On the separation of simultaneous-source data by inversion

Next: Example 2: Separation of Up: Examples Previous: Examples

## Example 1: Separation of complex data sets

In this example, we consider data from a complex 2D salt model (Figure 1(a)). The simultaneous-source data comprise shot gathers from two sources separated by m (Figure 2). This example represents the case where a front seismic vessel is pulling the streamer, and a second boat shoots from the end of the streamer cable-- with both sources moving from left to right over the model in Figure 1(a). Note the randomness of data corresponding to the unaligned source in the common-offset plane. The single-source records are shown in Figure 3. The separated data sets recovered by (conjugate-gradient) inversion are shown in Figure 4. Comparing these results to the single-source data (Figure 3), we see that there are numerous crosstalk artifacts in each of the two sources. Separation results obtained by sparse inversion of the data without and with regularization by directional Laplacians are shown in Figures 5 and 6, respectively. Note that in both inversion results, the data are well separated into the component shot records. The residual artifacts present in the unconstrained sparse-inversion results (Figure 5) have been attenuated by regularization (Figure 6). Dips estimated from the unconstrained results (Figure 5) and used to obtain the dip-constrained results (Figure 6) are shown in Figure 7.

2s5-or-1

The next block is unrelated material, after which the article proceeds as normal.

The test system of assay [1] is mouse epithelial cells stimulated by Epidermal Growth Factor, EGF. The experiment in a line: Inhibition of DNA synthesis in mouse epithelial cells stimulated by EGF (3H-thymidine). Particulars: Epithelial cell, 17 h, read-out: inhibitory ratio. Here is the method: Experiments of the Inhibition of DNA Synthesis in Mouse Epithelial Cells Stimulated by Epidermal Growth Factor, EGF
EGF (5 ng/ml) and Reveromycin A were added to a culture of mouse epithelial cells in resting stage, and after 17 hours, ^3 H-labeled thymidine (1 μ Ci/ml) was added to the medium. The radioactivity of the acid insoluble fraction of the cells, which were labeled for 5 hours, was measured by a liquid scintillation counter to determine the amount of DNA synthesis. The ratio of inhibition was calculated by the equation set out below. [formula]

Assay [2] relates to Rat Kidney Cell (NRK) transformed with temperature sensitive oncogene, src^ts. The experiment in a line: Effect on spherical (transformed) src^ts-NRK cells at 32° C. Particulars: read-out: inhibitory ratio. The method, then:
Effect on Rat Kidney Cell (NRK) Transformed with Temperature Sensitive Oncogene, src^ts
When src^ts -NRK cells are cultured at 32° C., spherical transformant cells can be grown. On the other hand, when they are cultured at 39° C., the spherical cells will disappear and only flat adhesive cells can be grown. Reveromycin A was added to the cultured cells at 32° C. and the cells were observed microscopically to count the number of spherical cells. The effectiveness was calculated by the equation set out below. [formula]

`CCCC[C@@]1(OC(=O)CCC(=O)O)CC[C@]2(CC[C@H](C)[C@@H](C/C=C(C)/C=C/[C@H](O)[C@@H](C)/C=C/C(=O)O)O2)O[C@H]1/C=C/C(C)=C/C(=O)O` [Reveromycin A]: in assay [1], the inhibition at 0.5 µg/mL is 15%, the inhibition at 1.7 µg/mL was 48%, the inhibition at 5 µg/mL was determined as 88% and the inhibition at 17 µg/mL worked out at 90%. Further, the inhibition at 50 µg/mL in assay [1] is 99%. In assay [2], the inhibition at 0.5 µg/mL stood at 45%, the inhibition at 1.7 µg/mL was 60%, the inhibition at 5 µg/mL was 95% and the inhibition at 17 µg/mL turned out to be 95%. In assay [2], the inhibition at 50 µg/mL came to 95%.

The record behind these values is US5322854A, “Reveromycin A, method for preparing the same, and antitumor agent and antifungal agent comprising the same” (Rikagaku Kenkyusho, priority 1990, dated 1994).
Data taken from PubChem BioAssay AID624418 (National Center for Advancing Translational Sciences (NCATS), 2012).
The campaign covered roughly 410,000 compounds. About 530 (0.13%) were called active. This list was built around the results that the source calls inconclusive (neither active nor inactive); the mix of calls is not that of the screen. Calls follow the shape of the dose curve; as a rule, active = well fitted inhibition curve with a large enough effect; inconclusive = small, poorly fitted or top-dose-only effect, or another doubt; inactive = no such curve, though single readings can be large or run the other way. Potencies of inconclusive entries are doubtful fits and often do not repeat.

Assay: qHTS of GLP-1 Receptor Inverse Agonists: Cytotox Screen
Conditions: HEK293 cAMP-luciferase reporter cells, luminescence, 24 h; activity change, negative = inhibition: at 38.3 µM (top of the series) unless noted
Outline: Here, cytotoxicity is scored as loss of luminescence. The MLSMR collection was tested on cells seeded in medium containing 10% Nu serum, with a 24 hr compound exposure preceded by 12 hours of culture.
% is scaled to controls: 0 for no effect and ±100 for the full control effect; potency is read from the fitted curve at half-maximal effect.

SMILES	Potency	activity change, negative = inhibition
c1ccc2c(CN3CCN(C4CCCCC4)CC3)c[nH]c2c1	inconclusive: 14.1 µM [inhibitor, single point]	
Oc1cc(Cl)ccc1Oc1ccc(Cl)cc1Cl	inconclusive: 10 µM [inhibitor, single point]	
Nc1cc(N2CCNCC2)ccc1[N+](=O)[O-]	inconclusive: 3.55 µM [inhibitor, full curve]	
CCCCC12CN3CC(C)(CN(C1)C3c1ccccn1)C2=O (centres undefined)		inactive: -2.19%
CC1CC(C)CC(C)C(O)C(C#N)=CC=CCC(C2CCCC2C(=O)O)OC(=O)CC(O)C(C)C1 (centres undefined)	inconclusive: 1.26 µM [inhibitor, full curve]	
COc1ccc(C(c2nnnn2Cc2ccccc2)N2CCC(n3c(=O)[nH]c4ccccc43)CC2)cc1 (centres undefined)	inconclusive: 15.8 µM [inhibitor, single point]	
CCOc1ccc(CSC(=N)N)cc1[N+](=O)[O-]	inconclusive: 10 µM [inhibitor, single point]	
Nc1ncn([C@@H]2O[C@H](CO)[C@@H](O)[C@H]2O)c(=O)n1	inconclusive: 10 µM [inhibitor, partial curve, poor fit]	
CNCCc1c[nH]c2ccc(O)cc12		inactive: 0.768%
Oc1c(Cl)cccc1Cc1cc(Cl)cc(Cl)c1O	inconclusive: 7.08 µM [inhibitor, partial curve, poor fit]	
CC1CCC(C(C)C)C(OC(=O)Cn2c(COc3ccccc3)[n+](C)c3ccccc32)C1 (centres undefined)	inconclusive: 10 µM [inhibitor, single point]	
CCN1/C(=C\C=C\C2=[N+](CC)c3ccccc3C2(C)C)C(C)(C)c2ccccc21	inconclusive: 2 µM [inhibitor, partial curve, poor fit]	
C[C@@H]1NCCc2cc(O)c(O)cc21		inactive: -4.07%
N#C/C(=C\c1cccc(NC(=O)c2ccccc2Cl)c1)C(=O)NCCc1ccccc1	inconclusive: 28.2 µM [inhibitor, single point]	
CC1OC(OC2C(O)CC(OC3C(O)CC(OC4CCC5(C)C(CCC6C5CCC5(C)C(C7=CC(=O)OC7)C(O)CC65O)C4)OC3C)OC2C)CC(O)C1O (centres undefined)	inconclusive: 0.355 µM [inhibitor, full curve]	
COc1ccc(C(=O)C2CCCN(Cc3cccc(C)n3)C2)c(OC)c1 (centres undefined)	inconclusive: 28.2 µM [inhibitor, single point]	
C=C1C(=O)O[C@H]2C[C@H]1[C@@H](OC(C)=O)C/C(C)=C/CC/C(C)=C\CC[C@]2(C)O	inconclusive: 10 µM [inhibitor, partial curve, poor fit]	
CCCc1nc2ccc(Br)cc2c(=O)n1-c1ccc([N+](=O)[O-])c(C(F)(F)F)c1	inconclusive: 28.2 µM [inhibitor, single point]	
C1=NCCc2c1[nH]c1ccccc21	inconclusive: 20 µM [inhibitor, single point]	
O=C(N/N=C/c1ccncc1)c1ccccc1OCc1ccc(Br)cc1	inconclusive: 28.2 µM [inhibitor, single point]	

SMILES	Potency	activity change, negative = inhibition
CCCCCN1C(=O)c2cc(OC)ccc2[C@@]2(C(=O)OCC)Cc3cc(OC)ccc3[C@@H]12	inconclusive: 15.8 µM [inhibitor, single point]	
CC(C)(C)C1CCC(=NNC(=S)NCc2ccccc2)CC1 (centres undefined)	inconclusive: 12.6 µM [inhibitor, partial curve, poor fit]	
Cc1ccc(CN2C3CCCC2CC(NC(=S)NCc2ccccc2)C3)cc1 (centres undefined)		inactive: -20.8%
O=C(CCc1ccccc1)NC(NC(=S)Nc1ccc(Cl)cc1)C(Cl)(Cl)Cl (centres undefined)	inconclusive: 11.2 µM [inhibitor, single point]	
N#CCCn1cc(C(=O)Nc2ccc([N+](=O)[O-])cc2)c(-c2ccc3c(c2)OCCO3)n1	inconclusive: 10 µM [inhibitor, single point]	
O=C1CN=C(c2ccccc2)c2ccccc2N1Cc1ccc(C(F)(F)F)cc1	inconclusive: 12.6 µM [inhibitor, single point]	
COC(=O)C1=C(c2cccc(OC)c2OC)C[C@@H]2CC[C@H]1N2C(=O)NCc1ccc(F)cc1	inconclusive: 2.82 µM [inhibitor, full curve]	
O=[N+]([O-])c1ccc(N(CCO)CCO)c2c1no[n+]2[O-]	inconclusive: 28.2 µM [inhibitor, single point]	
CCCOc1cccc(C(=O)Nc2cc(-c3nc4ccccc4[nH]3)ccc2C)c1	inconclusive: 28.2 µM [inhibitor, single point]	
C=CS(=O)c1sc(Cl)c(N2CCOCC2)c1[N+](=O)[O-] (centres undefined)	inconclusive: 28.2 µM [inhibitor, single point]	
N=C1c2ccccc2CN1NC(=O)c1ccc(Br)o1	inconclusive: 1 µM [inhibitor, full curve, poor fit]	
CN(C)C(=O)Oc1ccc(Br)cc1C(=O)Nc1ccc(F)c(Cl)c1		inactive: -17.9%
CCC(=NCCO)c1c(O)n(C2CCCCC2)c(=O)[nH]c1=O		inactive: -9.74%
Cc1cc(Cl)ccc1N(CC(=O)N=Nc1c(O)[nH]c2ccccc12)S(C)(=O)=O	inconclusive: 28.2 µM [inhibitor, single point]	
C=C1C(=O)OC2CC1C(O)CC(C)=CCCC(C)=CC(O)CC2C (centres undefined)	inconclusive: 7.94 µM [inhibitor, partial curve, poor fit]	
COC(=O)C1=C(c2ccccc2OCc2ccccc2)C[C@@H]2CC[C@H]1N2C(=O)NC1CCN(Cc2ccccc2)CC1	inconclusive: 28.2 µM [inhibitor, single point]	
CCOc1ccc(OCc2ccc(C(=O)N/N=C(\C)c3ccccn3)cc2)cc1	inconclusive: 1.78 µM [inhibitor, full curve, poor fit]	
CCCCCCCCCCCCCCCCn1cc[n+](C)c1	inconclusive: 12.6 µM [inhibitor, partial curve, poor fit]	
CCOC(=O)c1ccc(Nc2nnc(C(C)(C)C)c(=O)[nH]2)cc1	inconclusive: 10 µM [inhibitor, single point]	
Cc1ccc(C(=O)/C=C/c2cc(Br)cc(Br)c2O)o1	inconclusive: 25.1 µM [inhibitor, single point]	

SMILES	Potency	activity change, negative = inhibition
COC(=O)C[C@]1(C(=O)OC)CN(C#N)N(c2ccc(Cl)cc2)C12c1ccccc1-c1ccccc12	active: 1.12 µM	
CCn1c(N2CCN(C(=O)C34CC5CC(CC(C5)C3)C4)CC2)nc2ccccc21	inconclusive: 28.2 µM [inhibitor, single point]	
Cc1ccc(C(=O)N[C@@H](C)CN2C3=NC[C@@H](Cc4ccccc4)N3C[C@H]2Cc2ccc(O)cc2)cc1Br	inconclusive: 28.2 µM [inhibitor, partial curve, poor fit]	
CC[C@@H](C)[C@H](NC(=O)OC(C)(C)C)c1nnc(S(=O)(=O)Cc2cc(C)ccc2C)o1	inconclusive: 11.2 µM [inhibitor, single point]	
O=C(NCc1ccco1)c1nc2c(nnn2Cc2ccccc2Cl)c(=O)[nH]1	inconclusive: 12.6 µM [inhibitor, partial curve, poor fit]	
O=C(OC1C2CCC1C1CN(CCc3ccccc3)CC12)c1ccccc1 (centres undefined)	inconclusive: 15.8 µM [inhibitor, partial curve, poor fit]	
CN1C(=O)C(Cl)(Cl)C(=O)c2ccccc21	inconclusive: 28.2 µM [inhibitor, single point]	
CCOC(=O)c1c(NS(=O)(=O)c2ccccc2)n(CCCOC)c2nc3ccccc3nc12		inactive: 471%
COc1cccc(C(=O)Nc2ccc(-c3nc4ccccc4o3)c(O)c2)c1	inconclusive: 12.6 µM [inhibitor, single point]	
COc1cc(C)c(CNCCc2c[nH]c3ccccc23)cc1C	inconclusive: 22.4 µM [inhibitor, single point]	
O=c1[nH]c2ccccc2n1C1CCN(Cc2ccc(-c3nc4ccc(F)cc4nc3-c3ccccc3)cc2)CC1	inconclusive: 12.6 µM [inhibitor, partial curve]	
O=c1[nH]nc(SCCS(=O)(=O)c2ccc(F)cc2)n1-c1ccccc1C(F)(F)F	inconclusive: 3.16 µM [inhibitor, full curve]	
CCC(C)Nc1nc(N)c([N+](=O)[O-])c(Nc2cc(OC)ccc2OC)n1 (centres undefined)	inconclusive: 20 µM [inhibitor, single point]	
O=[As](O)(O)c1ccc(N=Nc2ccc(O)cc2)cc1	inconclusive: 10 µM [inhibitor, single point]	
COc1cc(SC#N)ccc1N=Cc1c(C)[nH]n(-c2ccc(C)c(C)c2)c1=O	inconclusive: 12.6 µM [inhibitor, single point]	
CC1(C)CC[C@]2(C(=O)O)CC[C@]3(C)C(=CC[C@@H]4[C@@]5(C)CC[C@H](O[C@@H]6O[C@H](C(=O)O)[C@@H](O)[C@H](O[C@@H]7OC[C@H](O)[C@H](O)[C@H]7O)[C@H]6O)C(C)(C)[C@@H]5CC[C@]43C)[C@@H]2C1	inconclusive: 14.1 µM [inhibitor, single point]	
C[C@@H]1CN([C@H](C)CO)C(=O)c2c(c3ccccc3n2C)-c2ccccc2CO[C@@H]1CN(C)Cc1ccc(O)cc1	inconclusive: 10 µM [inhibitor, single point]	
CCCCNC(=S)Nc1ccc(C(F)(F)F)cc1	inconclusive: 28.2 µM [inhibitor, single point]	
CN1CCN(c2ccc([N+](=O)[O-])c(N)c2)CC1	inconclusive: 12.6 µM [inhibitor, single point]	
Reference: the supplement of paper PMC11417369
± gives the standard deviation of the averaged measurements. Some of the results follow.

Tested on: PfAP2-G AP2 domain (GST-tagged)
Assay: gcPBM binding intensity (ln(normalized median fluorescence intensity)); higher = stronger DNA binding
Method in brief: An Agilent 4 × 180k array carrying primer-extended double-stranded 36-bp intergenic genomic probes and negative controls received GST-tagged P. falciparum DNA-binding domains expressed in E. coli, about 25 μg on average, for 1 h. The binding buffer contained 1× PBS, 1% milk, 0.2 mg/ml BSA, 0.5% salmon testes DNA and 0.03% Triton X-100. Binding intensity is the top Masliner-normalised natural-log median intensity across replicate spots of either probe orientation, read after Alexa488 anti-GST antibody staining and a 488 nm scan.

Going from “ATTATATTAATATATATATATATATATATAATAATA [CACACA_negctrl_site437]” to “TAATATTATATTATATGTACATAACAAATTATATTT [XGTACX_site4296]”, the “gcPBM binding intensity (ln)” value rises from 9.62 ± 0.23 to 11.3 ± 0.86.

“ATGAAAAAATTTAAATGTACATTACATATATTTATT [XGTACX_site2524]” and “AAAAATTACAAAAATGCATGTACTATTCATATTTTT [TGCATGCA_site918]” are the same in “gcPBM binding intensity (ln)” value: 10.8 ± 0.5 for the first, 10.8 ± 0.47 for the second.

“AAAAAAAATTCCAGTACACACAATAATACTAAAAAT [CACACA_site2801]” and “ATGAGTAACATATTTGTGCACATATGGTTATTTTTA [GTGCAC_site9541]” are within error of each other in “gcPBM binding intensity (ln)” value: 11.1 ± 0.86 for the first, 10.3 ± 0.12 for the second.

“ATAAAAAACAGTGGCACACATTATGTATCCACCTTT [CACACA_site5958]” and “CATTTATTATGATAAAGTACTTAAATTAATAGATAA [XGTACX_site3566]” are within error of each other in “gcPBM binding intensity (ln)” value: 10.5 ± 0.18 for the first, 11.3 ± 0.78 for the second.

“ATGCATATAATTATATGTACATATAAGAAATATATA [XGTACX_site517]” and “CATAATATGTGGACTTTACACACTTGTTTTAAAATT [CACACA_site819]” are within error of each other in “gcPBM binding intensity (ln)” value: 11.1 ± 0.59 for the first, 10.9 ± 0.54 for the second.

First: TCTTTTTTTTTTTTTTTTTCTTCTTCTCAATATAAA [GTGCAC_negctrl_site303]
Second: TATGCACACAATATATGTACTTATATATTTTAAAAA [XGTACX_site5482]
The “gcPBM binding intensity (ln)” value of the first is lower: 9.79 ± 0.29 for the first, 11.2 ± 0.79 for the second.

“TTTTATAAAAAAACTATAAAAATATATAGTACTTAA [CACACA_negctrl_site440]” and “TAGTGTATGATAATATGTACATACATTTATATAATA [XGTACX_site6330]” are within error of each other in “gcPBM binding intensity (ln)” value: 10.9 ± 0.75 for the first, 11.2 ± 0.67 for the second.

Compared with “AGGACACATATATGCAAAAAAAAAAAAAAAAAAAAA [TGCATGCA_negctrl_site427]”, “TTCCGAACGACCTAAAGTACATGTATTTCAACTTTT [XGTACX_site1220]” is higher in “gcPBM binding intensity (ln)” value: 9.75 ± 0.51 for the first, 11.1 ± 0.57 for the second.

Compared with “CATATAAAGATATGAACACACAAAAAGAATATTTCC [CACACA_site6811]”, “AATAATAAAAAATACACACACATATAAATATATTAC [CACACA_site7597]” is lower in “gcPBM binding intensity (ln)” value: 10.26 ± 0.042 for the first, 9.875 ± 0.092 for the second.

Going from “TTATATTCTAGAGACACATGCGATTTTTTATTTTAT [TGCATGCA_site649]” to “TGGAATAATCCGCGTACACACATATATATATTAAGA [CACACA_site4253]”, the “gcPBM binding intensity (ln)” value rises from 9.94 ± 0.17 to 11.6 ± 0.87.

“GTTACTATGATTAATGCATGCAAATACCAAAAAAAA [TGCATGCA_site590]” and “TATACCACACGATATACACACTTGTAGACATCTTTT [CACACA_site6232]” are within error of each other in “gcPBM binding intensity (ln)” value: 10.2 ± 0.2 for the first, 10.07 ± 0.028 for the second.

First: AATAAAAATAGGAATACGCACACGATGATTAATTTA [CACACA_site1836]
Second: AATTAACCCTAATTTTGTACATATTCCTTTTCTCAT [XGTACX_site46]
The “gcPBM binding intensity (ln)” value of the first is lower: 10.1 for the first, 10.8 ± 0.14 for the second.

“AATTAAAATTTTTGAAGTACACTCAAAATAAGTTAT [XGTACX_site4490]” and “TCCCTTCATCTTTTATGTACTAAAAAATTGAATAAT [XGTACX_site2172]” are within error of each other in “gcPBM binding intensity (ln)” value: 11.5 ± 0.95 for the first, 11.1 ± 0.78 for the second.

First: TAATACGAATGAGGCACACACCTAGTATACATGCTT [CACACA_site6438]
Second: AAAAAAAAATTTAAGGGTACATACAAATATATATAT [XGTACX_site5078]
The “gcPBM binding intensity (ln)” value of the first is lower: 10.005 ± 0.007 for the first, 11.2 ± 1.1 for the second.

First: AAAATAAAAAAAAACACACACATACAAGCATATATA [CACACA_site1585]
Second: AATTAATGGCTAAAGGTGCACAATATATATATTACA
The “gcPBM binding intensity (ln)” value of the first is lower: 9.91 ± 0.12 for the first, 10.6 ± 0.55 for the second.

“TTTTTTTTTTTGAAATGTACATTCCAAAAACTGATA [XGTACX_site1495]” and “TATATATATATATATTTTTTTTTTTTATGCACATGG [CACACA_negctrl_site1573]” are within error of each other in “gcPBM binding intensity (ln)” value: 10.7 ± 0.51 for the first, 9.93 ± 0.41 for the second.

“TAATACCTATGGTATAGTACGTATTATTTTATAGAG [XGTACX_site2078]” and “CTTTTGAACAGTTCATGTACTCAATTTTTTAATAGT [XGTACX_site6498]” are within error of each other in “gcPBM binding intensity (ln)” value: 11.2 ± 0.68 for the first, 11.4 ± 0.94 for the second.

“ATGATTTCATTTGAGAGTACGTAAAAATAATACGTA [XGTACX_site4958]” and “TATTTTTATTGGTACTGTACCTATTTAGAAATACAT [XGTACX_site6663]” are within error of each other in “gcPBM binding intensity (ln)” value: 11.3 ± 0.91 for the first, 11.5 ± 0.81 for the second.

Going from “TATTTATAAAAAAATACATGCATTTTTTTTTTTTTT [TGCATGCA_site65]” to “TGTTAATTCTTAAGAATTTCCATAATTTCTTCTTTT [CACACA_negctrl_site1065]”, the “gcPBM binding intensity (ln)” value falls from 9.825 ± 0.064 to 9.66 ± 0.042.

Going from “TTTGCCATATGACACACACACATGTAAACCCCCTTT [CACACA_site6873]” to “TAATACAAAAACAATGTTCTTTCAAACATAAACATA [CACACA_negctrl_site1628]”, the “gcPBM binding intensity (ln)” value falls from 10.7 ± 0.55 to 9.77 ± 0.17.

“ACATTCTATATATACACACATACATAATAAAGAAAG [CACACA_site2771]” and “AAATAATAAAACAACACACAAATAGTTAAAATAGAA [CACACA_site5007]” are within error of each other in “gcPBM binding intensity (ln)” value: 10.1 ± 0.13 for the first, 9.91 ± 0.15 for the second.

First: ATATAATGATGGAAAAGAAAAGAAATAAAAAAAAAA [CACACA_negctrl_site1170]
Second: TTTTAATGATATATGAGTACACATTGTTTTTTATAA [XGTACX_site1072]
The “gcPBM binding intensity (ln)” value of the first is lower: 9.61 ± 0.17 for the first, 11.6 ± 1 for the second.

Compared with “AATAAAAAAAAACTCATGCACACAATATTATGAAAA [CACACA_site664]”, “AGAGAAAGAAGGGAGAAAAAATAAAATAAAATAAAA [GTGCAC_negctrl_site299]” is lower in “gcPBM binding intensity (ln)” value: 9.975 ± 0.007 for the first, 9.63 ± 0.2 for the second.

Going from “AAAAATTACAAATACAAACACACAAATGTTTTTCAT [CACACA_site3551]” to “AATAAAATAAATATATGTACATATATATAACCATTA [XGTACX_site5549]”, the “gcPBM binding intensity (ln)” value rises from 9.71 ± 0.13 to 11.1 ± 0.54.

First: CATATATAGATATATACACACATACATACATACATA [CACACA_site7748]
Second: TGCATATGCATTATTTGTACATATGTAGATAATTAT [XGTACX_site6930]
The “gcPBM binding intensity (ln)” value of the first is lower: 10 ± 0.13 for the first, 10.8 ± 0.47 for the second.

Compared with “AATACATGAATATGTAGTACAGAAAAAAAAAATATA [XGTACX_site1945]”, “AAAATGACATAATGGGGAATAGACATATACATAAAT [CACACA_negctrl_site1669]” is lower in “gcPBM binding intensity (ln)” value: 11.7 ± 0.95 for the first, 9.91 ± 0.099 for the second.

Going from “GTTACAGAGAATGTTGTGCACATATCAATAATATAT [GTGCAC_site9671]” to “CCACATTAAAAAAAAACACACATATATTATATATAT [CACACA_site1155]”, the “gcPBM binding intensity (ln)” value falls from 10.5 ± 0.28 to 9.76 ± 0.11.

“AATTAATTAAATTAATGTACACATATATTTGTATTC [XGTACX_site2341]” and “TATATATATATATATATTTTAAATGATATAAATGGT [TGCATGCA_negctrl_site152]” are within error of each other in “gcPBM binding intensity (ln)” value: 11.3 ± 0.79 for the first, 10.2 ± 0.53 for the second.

Figure 2.
Simultaneous-source data comprising shot-records from two end-on sources (S1 and S2) over the model in Figure 1(a). In this and subsequent figures, the second dimension is offset, and the third dimension is shot position. Note that along the common-offset axis, because the shot times have been referenced to source S1, data corresponding to this source are aligned, whereas those corresponding to S2 are not aligned.

2s5-1,2s5-2
Figure 3.
Single-source data that would have been recorded by (a) source 1 and (b) source 2 over the model in Figure 1(a). These two shot records are the components of the data shown in Figure 2.

2s5-l2-1,2s5-l2-2
Figure 4.
Shot gathers recovered by unconstrained inversion for (a) source 1 and (b) source 2. Note that the two data sets are not well separated, as several events which do not exist in the single-source data (Figure 3) are present.

2s5-hb-1,2s5-hb-2
Figure 5.
Shot gathers recovered by unconstrained sparse inversion for (a) source 1 and (b) source 2. Note that the two data sets are well separated and are comparable to the original data (Figure 3).

2s5-reg-1,2s5-reg-2
Figure 6.
Shot gathers recovered by dip-constrained sparse inversion for (a) source 1 and (b) source 2. Note that with regularization the residual artifacts present in the unconstrained example (Figure 5) have been attenuated.

2s5-dip-1,2s5-dip-2
Figure 7.
Local dips (common-offset components) for (a) source 1 and (b) source 2, obtained from the unconstrained sparse inversion (Figure 5) and used in the dip-constrained sparse inversion to obtain the results in Figure 6.

 On the separation of simultaneous-source data by inversion

Next: Example 2: Separation of Up: Examples Previous: Examples

2010-11-26